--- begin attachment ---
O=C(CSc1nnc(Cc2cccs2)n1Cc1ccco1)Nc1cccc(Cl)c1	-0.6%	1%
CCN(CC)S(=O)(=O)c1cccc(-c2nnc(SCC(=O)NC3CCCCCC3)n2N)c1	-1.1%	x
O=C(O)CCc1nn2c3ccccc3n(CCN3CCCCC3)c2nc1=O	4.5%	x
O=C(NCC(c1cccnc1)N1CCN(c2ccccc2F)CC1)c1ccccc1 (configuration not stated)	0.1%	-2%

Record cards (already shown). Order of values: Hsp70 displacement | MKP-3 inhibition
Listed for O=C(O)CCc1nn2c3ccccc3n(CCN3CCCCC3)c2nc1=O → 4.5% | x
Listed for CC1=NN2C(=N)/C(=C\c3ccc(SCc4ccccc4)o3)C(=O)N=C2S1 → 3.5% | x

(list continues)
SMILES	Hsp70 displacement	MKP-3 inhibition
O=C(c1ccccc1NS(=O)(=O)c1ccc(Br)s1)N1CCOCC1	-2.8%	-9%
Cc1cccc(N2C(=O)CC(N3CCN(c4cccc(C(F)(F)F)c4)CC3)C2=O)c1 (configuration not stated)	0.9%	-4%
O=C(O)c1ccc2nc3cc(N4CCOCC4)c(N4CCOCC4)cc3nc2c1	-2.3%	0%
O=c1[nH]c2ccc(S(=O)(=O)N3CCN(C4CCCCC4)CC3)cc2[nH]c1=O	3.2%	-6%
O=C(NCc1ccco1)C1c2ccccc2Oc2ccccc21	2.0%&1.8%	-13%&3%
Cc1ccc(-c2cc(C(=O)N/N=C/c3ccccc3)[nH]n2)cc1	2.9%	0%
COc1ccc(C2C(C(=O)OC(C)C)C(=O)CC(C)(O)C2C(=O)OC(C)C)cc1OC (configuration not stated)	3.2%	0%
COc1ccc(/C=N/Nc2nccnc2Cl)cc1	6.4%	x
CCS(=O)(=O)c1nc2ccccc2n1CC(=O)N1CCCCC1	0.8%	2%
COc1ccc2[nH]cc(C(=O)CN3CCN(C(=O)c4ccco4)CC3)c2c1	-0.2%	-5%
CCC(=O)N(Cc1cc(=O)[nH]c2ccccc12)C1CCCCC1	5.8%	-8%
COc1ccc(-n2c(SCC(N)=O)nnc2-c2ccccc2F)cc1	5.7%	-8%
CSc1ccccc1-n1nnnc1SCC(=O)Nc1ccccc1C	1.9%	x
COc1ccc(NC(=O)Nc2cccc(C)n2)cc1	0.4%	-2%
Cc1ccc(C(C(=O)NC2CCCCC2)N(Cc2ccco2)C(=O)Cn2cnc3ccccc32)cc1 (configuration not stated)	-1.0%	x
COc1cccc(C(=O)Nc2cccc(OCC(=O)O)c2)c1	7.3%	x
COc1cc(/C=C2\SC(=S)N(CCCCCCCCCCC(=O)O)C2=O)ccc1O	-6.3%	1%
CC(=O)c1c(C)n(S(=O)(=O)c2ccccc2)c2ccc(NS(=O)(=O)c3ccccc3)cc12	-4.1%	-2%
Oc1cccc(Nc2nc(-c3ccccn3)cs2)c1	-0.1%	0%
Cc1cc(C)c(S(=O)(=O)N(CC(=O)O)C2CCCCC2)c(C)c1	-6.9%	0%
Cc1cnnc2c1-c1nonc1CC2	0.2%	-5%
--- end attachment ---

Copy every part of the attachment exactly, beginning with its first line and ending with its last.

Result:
O=C(CSc1nnc(Cc2cccs2)n1Cc1ccco1)Nc1cccc(Cl)c1	-0.6%	1%
CCN(CC)S(=O)(=O)c1cccc(-c2nnc(SCC(=O)NC3CCCCCC3)n2N)c1	-1.1%	x
O=C(O)CCc1nn2c3ccccc3n(CCN3CCCCC3)c2nc1=O	4.5%	x
O=C(NCC(c1cccnc1)N1CCN(c2ccccc2F)CC1)c1ccccc1 (configuration not stated)	0.1%	-2%

Record cards (already shown). Order of values: Hsp70 displacement | MKP-3 inhibition
Listed for O=C(O)CCc1nn2c3ccccc3n(CCN3CCCCC3)c2nc1=O → 4.5% | x
Listed for CC1=NN2C(=N)/C(=C\c3ccc(SCc4ccccc4)o3)C(=O)N=C2S1 → 3.5% | x

(list continues)
SMILES	Hsp70 displacement	MKP-3 inhibition
O=C(c1ccccc1NS(=O)(=O)c1ccc(Br)s1)N1CCOCC1	-2.8%	-9%
Cc1cccc(N2C(=O)CC(N3CCN(c4cccc(C(F)(F)F)c4)CC3)C2=O)c1 (configuration not stated)	0.9%	-4%
O=C(O)c1ccc2nc3cc(N4CCOCC4)c(N4CCOCC4)cc3nc2c1	-2.3%	0%
O=c1[nH]c2ccc(S(=O)(=O)N3CCN(C4CCCCC4)CC3)cc2[nH]c1=O	3.2%	-6%
O=C(NCc1ccco1)C1c2ccccc2Oc2ccccc21	2.0%&1.8%	-13%&3%
Cc1ccc(-c2cc(C(=O)N/N=C/c3ccccc3)[nH]n2)cc1	2.9%	0%
COc1ccc(C2C(C(=O)OC(C)C)C(=O)CC(C)(O)C2C(=O)OC(C)C)cc1OC (configuration not stated)	3.2%	0%
COc1ccc(/C=N/Nc2nccnc2Cl)cc1	6.4%	x
CCS(=O)(=O)c1nc2ccccc2n1CC(=O)N1CCCCC1	0.8%	2%
COc1ccc2[nH]cc(C(=O)CN3CCN(C(=O)c4ccco4)CC3)c2c1	-0.2%	-5%
CCC(=O)N(Cc1cc(=O)[nH]c2ccccc12)C1CCCCC1	5.8%	-8%
COc1ccc(-n2c(SCC(N)=O)nnc2-c2ccccc2F)cc1	5.7%	-8%
CSc1ccccc1-n1nnnc1SCC(=O)Nc1ccccc1C	1.9%	x
COc1ccc(NC(=O)Nc2cccc(C)n2)cc1	0.4%	-2%
Cc1ccc(C(C(=O)NC2CCCCC2)N(Cc2ccco2)C(=O)Cn2cnc3ccccc32)cc1 (configuration not stated)	-1.0%	x
COc1cccc(C(=O)Nc2cccc(OCC(=O)O)c2)c1	7.3%	x
COc1cc(/C=C2\SC(=S)N(CCCCCCCCCCC(=O)O)C2=O)ccc1O	-6.3%	1%
CC(=O)c1c(C)n(S(=O)(=O)c2ccccc2)c2ccc(NS(=O)(=O)c3ccccc3)cc12	-4.1%	-2%
Oc1cccc(Nc2nc(-c3ccccn3)cs2)c1	-0.1%	0%
Cc1cc(C)c(S(=O)(=O)N(CC(=O)O)C2CCCCC2)c(C)c1	-6.9%	0%
Cc1cnnc2c1-c1nonc1CC2	0.2%	-5%